Although specific advantages have been enumerated above, various embodiments may include all, some, or none of the enumerated advantages. Additionally, other technical advantages may become readily apparent to one of ordinary skill in the art after review of the following figures, description, and claims.

BRIEF DESCRIPTION OF THE DRAWINGS

A more complete understanding of the present disclosure and advantages thereof may be acquired by referring to the following description taken in conjunction with the accompanying drawings. The drawings illustrate only exemplary embodiments and are not intended to be limiting against the invention.

FIG. 1 is a diagram of a centralized well treatment facility.

FIG. 2 is a flow diagram of a centralized well treatment facility.

FIG. 3 is a diagram of a well treatment control system with a blender volume control.

FIG. 4 is a diagram of a well treatment control system with a gel control and resin control.

DETAILED DESCRIPTION

The details of the methods and apparatuses according to the present invention will now be described with reference to the accompanying drawings.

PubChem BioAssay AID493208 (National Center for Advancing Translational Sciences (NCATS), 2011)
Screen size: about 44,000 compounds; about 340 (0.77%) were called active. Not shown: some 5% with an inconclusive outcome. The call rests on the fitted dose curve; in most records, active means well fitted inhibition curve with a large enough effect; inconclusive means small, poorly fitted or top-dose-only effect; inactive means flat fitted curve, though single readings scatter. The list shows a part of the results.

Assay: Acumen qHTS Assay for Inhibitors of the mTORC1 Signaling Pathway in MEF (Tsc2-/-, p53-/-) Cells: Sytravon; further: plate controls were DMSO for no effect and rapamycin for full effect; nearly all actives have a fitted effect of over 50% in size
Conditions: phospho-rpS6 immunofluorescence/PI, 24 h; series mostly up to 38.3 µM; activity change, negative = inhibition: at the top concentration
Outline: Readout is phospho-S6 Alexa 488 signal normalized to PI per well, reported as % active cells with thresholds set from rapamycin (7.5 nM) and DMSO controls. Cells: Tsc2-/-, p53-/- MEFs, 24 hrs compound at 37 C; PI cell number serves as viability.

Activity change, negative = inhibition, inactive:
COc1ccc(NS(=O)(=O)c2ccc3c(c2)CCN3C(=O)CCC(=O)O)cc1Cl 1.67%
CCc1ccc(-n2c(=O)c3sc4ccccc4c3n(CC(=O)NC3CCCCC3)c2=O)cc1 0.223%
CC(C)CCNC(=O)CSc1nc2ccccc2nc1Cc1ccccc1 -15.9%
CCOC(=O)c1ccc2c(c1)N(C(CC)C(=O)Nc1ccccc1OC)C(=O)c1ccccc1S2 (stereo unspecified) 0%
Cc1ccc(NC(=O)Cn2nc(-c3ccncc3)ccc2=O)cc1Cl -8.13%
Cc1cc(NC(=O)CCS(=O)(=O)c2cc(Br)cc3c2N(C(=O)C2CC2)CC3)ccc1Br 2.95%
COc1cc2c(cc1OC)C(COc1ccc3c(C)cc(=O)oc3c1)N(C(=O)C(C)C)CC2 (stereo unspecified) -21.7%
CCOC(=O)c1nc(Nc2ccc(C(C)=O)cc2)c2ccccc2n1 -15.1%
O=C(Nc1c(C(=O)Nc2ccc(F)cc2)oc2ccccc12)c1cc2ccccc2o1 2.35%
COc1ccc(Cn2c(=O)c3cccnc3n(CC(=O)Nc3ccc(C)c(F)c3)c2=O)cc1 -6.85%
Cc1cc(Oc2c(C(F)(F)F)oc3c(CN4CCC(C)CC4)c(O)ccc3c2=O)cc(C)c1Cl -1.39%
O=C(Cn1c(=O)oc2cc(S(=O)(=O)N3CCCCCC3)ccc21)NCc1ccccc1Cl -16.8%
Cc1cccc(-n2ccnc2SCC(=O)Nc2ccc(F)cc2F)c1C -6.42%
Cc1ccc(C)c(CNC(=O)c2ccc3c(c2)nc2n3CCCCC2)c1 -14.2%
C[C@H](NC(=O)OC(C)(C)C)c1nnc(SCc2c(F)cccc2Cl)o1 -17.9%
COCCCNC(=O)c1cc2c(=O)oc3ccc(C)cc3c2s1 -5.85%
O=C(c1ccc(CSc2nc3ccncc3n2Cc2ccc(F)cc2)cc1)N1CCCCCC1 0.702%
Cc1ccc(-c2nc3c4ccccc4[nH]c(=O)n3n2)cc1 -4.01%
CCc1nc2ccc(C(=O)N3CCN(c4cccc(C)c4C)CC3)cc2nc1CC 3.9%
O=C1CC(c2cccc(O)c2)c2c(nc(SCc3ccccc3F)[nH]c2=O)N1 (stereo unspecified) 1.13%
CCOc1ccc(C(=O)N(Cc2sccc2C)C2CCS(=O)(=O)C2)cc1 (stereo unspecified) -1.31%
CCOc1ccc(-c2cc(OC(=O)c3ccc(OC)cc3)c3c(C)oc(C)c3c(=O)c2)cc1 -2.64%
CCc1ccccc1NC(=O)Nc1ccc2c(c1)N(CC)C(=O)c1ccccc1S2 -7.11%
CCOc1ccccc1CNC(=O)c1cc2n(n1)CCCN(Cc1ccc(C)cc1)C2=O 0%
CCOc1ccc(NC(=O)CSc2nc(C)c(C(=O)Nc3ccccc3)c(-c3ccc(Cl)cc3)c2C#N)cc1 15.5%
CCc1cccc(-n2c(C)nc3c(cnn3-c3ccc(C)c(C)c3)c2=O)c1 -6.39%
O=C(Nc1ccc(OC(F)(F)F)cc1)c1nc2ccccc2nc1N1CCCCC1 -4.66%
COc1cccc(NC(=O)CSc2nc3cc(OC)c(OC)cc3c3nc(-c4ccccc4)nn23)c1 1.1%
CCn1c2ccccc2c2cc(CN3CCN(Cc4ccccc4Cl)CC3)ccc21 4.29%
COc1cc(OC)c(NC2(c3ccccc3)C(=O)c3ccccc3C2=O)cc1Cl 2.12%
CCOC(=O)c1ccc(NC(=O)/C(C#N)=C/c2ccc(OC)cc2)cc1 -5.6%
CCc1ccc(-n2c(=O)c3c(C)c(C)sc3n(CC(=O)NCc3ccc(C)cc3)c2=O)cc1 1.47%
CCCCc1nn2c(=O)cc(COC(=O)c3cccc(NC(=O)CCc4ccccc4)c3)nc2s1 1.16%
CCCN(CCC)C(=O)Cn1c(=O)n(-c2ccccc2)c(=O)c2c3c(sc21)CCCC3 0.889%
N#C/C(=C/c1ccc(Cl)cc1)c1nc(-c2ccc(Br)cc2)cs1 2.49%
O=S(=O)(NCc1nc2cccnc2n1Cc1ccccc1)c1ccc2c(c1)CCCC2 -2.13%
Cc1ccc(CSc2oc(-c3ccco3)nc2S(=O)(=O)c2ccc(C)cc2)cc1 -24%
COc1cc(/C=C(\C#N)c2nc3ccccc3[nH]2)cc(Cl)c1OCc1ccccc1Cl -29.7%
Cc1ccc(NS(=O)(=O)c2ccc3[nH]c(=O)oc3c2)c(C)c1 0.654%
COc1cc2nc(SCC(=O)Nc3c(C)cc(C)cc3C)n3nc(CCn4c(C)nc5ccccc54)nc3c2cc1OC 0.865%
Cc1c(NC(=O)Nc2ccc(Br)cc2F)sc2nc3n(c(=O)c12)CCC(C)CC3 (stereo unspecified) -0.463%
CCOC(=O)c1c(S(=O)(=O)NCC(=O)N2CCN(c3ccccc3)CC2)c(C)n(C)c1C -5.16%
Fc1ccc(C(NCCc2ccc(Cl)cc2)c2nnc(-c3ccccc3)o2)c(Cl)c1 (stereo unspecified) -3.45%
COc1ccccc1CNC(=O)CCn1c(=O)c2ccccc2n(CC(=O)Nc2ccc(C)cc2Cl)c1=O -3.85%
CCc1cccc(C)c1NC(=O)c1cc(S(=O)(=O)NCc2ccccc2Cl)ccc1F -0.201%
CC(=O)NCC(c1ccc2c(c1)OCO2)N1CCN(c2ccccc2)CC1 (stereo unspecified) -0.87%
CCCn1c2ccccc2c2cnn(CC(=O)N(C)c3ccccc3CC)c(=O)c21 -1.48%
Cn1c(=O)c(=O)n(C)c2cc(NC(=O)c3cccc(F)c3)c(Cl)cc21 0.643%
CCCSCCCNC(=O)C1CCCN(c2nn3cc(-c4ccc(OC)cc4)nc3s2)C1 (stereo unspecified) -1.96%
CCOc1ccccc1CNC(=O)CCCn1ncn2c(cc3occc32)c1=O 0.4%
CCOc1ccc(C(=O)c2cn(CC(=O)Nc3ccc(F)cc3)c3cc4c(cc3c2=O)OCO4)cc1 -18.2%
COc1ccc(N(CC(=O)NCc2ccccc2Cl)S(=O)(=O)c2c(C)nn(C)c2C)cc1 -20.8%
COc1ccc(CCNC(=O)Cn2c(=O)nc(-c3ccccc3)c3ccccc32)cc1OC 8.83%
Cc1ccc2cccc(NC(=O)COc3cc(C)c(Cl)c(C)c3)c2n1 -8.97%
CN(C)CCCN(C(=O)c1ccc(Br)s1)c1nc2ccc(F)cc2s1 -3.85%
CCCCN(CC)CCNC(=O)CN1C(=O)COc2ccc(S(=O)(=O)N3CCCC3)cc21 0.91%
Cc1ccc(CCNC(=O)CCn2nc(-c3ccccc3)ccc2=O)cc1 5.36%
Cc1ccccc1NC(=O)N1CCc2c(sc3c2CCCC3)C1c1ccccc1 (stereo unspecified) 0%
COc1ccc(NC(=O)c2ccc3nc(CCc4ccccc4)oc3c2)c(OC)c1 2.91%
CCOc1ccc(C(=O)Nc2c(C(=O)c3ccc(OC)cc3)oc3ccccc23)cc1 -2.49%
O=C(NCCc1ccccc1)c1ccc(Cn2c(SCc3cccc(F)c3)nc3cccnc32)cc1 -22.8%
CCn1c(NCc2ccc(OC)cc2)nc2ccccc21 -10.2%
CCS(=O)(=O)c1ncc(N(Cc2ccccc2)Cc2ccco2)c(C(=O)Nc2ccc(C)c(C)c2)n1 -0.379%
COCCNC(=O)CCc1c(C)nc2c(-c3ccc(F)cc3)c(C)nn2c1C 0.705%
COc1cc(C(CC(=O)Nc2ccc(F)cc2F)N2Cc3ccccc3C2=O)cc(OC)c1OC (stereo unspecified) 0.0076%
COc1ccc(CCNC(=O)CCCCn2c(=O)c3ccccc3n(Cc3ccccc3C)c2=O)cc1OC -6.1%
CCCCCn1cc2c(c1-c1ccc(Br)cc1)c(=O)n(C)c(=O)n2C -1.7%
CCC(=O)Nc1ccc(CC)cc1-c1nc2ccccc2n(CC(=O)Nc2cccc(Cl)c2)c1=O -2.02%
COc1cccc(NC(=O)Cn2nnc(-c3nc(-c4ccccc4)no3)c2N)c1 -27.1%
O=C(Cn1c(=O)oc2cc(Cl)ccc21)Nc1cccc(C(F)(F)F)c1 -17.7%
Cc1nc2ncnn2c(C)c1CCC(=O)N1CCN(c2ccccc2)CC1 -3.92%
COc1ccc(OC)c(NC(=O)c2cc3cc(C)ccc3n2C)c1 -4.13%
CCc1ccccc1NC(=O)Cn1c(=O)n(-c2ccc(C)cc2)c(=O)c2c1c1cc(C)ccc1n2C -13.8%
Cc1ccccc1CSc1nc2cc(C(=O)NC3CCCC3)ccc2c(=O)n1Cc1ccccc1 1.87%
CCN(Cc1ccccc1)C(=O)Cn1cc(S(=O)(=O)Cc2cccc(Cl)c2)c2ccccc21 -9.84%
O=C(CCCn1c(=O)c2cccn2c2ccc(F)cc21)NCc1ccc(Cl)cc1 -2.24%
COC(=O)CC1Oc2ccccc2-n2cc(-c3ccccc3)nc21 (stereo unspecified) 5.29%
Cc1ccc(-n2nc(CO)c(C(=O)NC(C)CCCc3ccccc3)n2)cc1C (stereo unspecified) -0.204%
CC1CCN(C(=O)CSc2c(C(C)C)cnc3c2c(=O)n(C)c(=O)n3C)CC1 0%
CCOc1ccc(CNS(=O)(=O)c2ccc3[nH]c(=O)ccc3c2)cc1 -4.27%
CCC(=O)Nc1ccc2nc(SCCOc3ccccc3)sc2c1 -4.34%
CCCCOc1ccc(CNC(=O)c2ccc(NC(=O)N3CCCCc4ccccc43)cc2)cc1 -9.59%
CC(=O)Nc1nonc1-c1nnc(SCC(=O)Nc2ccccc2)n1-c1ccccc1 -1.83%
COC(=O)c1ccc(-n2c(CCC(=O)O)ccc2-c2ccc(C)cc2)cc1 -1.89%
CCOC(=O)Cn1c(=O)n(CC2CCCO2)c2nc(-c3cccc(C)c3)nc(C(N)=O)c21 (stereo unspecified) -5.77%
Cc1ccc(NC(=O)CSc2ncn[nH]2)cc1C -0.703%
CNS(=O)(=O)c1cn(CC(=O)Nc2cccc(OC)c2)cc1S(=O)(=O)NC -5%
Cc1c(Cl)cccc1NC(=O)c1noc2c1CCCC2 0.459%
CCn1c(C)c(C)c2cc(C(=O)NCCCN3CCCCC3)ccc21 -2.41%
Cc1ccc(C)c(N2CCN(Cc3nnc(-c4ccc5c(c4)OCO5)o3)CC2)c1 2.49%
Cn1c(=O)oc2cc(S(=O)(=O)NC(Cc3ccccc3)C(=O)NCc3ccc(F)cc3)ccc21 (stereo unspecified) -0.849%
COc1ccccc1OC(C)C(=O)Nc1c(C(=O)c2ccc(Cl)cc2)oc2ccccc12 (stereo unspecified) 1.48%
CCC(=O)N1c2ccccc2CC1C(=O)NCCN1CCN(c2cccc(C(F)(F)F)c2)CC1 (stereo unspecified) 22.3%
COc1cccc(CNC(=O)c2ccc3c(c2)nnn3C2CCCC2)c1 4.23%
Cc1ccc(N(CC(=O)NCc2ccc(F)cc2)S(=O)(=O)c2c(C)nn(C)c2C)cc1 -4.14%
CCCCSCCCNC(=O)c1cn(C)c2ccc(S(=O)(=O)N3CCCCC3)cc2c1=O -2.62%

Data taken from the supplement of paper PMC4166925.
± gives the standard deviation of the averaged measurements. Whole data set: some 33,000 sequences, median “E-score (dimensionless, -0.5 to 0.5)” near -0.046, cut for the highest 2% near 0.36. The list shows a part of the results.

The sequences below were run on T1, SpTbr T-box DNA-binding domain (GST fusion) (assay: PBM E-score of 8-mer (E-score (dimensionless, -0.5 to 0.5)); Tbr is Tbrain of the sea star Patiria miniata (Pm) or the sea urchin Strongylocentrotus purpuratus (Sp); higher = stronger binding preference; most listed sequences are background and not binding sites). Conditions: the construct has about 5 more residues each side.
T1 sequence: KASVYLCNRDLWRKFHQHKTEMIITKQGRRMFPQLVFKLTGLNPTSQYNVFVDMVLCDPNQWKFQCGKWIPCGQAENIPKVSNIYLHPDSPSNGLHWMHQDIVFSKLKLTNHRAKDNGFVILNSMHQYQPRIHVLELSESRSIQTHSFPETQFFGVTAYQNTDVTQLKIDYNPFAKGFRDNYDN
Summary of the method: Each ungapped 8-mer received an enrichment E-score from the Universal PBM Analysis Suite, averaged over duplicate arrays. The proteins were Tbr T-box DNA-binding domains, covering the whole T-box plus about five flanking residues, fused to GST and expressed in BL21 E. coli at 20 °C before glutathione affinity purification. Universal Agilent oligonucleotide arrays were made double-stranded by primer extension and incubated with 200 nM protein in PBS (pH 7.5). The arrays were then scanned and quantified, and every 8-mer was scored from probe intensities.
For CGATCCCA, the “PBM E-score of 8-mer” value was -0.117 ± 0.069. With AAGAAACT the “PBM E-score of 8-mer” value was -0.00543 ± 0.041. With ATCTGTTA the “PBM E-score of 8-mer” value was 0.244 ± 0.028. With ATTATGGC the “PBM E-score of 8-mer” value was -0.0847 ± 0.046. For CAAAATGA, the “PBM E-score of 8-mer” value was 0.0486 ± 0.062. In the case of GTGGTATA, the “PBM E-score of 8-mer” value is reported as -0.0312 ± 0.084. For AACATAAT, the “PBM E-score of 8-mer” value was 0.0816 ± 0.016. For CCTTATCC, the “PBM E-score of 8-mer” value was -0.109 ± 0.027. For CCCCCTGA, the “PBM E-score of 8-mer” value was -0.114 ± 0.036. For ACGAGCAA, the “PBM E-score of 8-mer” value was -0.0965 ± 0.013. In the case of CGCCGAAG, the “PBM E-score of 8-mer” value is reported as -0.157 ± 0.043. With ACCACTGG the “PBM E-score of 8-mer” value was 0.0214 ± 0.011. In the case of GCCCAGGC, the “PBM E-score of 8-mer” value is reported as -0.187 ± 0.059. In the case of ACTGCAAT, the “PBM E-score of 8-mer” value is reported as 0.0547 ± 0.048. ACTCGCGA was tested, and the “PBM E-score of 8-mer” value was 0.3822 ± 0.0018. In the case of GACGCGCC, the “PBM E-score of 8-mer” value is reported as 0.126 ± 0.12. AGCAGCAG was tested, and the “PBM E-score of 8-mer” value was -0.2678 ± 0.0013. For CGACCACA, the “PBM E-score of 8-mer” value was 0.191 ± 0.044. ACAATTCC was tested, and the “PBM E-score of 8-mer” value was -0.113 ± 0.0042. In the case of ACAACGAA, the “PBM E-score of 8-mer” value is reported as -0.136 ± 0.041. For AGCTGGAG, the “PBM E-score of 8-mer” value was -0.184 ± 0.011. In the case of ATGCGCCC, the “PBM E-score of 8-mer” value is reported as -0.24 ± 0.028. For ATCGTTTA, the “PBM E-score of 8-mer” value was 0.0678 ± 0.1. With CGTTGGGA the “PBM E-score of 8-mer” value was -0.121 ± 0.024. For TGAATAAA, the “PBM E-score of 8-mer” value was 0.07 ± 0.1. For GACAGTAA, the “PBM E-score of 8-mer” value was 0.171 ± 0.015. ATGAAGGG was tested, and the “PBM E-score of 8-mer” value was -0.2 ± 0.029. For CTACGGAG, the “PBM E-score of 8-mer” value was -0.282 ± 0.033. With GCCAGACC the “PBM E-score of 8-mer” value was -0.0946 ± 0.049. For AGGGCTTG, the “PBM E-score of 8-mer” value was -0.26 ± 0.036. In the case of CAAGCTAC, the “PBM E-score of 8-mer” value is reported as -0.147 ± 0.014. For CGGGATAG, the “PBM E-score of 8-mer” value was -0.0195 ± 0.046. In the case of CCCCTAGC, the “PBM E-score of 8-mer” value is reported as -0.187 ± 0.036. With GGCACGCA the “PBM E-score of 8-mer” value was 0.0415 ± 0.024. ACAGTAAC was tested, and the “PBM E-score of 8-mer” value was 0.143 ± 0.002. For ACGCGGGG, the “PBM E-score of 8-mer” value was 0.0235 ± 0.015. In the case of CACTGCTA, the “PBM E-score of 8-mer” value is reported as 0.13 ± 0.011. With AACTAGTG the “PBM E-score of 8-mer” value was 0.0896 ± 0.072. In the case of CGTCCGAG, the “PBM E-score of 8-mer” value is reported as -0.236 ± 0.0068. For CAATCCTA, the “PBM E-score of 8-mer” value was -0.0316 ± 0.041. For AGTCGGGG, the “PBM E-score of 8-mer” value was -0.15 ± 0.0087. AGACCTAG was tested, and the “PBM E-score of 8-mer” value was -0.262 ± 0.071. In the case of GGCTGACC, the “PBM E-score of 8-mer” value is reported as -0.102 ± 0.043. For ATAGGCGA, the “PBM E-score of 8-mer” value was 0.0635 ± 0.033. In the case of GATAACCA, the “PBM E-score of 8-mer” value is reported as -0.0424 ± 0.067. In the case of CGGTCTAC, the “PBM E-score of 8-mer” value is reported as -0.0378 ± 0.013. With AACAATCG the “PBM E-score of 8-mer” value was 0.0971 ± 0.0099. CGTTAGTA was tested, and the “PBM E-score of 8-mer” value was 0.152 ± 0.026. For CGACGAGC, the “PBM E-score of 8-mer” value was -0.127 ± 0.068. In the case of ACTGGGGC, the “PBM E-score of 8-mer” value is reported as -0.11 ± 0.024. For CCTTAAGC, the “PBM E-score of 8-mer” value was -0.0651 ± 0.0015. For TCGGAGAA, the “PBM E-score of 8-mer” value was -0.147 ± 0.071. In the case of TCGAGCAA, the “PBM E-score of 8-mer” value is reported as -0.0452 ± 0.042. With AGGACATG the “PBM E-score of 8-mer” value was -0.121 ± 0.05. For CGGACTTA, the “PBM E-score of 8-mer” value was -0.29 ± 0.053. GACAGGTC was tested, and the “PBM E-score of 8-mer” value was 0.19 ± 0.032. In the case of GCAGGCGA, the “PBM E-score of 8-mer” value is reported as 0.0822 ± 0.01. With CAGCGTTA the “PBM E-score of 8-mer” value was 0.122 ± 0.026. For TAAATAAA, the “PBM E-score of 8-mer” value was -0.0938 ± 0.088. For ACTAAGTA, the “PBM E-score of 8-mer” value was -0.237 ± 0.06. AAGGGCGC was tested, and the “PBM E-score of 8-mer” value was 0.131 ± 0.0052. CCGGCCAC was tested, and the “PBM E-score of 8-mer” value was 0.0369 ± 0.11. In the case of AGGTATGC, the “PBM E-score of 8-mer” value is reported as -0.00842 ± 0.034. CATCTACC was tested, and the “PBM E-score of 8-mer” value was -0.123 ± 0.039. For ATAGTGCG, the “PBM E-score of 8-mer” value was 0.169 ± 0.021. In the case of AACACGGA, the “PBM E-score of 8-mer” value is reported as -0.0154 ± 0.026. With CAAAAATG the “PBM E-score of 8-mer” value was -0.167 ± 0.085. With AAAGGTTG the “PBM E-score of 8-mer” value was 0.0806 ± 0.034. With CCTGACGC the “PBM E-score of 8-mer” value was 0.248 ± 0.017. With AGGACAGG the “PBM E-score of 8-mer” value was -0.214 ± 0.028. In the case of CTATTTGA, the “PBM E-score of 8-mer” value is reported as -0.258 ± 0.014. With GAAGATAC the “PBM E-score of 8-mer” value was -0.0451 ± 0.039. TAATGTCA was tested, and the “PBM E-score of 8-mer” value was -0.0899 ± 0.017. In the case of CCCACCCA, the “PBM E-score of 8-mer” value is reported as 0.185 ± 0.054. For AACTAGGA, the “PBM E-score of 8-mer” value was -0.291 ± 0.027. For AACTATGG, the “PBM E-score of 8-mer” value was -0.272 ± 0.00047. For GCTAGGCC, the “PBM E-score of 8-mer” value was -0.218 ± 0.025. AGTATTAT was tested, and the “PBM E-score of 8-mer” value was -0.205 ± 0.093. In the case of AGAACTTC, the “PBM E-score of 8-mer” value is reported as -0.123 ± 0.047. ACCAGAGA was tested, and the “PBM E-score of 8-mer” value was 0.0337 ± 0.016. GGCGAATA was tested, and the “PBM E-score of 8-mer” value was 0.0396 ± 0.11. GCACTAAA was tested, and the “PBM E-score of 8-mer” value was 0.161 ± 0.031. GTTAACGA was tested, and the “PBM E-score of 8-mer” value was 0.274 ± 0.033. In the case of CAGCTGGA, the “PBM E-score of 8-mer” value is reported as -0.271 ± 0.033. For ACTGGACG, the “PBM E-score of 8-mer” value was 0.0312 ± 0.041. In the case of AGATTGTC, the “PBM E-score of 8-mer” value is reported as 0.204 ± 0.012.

In reference to FIG. 1, in one embodiment, a well treatment operations factory 100 includes one or more of the following: a centralized power unit 103; a pumping grid 111; a central manifold 107; a proppant storage system 106; a chemical storage system 112; and a blending unit 105. In this and other embodiments, the well treatment factory may be set upon a pad from which many other wellheads on other pads 110 may be serviced. The well treatment operations factory may be connected via the central manifold 107 to at least a first pad 101 containing one or more wellheads via a first connection 108 and at least a second pad 102 containing one or more wellheads via a second connection 109. The connection may be a standard piping or tubing known to one of ordinary skill in the art. The factory may be open, or it may be enclosed at its location in various combinations of structures including a supported fabric structure, a collapsible structure, a prefabricated structure, a retractable structure, a composite structure, a temporary building, a prefabricated wall and roof unit, a deployable structure, a modular structure, a preformed structure, or a mobile accommodation unit. The factory may be circular and may incorporate alleyways for maintenance access and process fluid flow. The factory, and any or all of its components can be climate controlled, air ventilated and filtered, and/or heated. The heating can be accomplished with radiators, heat plumbing, natural gas heaters, electric heaters, diesel heaters, or other known equivalent devices. The heating can be accomplished by convection, radiation, conduction, or other known equivalent methods.